It should be plain, on reflection, to any one familiar with academic matters that neither of these official bodies serves any useful purpose in the university, in so far as bears in any way on the pursuit of knowledge. They may conceivably both be useful for some other purpose, foreign or alien to the quest of learning; but within the lines of the university’s legitimate interest both are wholly detrimental, and very wastefully so. They are needless, except to take care of needs and emergencies to which their own presence gratuitously gives rise. In so far as these needs and difficulties that require executive surveillance are not simply and flagrantly factitious, – as, e.g., the onerous duties of publicity – they are altogether such needs as arise out of an excessive size and a gratuitously complex administrative organization; both of which characteristics of the American university are created by the governing boards and their executive officers, for no better purpose than a vainglorious self-complacency, and with no better justification than an uncritical prepossession to the effect that large size, complex organization, and authoritative control necessarily make for efficiency; whereas, in point of fact, in the affairs of learning these things unavoidably make for defeat.


The duties of the executive – aside from the calls of publicity and self-aggrandizement – are in the main administrative duties that have to do with the interstitial adjustments of the composite establishment. These resolve themselves into a co-ordinated standardization of the several constituent schools and divisions, on a mechanically specified routine and scale, which commonly does violence to the efficient working of all these diverse and incommensurable elements; with no gain at any point, excepting a gain in the facility of control control for control’s sake, at the best. Much of the official apparatus and routine office-work is taken up with this futile control. Beyond this, and requisite to the due working of this control and standardization, there is the control of the personnel and the checking-up of their task work; together with the disciplining of such as do not sufficiently conform to the resulting schedule of uniformity and mediocrity.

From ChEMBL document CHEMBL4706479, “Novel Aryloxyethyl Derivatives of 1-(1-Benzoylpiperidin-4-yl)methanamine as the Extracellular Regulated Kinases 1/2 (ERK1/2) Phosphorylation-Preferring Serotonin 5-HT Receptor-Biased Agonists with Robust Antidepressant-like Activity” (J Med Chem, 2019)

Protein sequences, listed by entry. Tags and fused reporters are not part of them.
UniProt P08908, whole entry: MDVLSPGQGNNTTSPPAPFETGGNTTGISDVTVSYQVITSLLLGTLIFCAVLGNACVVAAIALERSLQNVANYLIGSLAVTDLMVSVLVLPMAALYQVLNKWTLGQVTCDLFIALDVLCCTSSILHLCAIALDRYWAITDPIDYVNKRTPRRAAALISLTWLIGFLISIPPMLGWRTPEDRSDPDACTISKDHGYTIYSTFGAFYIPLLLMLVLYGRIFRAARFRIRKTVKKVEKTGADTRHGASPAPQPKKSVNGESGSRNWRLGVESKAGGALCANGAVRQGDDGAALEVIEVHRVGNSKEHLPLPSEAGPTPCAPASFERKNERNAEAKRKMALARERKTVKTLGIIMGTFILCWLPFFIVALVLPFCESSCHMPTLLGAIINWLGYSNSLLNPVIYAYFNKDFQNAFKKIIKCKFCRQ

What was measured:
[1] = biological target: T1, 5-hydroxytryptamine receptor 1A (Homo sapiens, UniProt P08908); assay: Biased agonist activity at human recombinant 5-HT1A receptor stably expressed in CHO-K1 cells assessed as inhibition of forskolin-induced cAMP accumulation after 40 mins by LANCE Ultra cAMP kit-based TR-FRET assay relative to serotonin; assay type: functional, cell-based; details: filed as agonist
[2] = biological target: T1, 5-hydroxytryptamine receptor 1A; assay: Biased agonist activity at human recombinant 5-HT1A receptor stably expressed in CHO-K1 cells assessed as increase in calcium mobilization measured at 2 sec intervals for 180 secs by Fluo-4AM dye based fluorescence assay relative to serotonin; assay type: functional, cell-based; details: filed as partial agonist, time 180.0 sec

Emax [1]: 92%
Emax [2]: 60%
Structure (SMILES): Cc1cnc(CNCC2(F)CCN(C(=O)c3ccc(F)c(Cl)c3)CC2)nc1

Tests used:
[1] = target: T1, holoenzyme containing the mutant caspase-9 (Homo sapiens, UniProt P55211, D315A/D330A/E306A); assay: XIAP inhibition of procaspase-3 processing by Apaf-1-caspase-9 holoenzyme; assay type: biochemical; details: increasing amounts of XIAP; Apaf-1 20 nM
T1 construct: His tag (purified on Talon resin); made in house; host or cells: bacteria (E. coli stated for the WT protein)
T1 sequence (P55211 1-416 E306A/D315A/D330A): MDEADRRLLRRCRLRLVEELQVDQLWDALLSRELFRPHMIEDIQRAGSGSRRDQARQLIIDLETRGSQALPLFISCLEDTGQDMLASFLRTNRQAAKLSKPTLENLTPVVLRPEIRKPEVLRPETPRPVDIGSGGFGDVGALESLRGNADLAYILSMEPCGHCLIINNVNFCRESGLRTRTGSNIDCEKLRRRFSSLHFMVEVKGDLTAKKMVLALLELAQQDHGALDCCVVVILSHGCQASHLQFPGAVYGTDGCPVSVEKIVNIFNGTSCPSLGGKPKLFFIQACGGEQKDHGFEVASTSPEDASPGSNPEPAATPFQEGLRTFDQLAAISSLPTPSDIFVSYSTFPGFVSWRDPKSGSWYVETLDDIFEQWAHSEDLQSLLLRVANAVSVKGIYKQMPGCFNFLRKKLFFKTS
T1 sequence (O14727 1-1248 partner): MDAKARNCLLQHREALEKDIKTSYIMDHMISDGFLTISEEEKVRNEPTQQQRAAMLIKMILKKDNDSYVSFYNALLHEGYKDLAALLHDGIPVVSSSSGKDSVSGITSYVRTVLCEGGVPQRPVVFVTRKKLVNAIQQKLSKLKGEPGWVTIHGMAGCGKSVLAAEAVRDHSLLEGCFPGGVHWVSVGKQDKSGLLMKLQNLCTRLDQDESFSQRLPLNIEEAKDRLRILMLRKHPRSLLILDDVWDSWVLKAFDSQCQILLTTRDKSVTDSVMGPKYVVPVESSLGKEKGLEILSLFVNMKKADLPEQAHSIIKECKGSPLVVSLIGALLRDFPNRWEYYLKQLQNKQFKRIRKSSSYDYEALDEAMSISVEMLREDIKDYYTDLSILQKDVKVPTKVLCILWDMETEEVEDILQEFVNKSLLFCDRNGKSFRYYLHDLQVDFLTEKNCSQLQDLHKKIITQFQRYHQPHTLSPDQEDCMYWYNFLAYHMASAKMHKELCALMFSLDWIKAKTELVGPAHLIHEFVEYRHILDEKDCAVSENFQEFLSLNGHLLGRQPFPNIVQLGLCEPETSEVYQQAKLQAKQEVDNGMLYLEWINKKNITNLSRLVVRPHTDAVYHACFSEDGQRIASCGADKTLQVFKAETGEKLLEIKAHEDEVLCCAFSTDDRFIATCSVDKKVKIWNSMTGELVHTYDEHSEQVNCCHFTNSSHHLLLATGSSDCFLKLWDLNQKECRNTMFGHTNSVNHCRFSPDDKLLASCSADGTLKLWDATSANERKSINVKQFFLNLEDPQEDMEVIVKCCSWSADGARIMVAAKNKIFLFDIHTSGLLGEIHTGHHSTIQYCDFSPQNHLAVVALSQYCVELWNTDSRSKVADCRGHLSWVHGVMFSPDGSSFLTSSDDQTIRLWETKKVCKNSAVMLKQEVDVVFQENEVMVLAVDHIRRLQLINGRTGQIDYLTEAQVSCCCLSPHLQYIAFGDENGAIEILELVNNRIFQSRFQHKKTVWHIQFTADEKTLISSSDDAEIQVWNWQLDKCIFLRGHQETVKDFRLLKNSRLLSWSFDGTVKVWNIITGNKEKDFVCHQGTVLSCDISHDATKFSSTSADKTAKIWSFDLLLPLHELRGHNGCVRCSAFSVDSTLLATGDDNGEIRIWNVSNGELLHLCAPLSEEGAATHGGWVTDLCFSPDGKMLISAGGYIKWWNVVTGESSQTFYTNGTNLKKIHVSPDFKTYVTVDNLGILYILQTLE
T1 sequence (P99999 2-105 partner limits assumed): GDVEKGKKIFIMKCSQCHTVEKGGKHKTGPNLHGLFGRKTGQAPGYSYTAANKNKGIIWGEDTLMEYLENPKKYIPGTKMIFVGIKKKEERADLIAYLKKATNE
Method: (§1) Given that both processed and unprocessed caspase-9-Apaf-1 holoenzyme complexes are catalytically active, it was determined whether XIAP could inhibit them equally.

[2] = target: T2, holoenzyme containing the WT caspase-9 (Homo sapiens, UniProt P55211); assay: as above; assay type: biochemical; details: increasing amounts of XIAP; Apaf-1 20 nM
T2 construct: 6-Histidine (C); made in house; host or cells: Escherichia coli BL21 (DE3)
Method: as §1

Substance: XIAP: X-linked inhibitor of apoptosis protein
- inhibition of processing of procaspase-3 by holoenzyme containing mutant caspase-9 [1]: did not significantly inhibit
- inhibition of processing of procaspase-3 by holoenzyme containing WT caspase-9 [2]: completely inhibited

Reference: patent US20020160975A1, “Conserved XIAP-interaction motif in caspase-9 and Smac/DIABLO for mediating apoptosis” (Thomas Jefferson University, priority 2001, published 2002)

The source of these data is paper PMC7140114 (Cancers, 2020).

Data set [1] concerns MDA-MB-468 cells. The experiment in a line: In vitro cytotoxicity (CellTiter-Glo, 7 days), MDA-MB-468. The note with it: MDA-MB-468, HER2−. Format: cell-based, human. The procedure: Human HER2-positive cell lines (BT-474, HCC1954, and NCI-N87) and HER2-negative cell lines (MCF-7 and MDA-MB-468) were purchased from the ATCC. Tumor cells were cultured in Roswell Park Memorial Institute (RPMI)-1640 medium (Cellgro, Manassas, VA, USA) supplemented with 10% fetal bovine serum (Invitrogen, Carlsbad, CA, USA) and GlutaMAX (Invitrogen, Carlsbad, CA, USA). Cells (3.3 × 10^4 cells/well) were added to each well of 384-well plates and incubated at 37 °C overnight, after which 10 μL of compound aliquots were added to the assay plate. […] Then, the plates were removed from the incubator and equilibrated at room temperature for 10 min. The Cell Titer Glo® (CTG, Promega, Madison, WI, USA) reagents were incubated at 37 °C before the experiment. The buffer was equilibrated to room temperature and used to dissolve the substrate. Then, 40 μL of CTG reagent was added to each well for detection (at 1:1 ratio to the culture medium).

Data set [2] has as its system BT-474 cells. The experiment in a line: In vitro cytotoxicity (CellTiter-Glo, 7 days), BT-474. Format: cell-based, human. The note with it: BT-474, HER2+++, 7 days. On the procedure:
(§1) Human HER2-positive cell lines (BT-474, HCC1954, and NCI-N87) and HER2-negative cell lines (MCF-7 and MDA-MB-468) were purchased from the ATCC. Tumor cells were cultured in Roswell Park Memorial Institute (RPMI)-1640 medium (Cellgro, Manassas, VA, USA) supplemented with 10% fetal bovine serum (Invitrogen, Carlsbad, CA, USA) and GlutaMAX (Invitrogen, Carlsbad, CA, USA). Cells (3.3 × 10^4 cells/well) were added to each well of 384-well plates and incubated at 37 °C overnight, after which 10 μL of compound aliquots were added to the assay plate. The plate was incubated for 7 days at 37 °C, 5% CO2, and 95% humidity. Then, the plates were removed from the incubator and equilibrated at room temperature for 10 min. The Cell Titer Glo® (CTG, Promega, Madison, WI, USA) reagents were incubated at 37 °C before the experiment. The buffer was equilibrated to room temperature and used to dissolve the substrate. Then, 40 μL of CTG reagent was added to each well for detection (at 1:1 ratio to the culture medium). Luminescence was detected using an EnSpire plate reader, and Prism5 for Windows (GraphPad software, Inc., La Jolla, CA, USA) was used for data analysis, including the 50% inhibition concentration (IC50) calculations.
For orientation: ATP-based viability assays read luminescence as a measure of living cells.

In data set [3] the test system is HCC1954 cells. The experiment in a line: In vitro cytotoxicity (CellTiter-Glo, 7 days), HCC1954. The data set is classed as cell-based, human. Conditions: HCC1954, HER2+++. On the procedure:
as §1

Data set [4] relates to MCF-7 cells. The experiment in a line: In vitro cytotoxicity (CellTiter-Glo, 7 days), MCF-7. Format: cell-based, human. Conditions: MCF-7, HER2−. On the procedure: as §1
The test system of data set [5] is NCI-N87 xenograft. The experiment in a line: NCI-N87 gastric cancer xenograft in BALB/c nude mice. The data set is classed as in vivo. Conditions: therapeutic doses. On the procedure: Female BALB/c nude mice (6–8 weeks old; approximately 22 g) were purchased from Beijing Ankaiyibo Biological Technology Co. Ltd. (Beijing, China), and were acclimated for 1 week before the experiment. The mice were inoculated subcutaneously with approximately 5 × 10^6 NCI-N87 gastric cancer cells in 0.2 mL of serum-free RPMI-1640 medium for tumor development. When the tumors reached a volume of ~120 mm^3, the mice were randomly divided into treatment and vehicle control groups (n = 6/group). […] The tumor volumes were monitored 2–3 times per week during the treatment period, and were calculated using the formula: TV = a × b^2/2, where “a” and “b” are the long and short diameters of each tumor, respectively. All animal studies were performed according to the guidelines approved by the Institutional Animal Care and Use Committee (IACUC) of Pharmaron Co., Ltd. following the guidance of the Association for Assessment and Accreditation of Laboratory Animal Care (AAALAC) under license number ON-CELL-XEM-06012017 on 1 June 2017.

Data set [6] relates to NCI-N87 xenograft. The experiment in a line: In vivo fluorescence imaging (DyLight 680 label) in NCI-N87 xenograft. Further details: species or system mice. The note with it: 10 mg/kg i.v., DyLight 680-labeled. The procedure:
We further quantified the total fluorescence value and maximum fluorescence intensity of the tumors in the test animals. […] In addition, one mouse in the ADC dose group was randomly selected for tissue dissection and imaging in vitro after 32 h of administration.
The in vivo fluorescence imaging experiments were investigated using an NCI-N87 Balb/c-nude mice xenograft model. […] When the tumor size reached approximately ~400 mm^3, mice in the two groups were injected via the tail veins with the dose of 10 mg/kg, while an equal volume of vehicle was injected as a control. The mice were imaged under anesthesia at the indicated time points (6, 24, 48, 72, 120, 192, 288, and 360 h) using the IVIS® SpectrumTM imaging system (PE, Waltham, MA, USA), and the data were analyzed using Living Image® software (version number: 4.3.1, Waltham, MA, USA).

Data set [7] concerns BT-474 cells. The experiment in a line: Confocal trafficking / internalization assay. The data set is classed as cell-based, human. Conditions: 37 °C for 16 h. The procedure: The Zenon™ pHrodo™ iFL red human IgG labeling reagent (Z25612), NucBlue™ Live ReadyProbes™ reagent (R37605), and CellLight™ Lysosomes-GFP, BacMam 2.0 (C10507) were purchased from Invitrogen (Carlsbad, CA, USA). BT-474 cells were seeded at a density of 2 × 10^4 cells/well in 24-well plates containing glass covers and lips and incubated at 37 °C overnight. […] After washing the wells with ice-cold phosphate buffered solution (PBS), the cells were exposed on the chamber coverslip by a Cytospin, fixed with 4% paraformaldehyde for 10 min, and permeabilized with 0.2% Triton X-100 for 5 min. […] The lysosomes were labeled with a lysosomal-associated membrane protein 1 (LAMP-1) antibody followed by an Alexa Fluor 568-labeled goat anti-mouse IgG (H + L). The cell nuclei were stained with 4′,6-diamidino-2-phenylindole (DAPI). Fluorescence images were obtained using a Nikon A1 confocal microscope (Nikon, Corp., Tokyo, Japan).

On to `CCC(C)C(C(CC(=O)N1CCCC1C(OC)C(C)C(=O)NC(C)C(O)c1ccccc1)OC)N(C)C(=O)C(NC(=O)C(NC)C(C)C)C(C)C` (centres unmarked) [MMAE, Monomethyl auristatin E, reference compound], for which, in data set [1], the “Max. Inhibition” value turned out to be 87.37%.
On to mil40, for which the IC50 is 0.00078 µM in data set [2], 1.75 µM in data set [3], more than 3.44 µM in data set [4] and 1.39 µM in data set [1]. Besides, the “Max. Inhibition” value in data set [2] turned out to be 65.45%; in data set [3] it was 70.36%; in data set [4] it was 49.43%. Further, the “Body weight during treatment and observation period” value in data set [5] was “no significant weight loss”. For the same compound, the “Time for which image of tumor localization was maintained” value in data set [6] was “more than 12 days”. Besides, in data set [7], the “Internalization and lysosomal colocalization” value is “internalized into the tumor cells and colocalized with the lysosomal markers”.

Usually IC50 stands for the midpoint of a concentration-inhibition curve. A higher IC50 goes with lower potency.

These duties are, all and several, created by the imposition of a central control, and in the absence of such control the need of them would not arise. They are essentially extraneous to the work on which each and several of the constituent schools are engaged, and their only substantial effect on that work is to force it into certain extraneous formalities of routine and accountancy, such as to divert and retard the work in hand. So also the control exercised more at large by the governing board; except in so far as it is the mere mischief-making interference of ignorant outsiders, it is likewise directed to the keeping of a balance between units that need no balancing as against one another; except for the need which so is gratuitously induced by drawing these units into an incongruous coalition under the control of such a board; whose duties of office in this way arise wholly out of the creation of their office.


Apart from such loss of “prestige value” in the eyes of those whose pride centres on magnitude, the move in question would involve no substantial loss. The chief direct and tangible effect would be a considerable saving in “overhead charges,” in that the greater part of the present volume of administrative work would fall away. The greater part – say, three-fourths – of the present officers of administration, with their clerical staff, would be lost; under the present system these are chiefly occupied with the correlation and control of matters that need correlation and control only with a view to centralized management.


All that is here intended to be said is nothing more than the obiter dictum that, as seen from the point of view of the higher learning, the academic executive and all his works are anathema, and should be discontinued by the simple expedient of wiping him off the slate; and that the governing board, in so far as it presumes to exercise any other than vacantly perfunctory duties, has the same value and should with advantage be lost in the same shuffle.


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7 Responses to “Go long on nonsense! Higher learning from the office tower”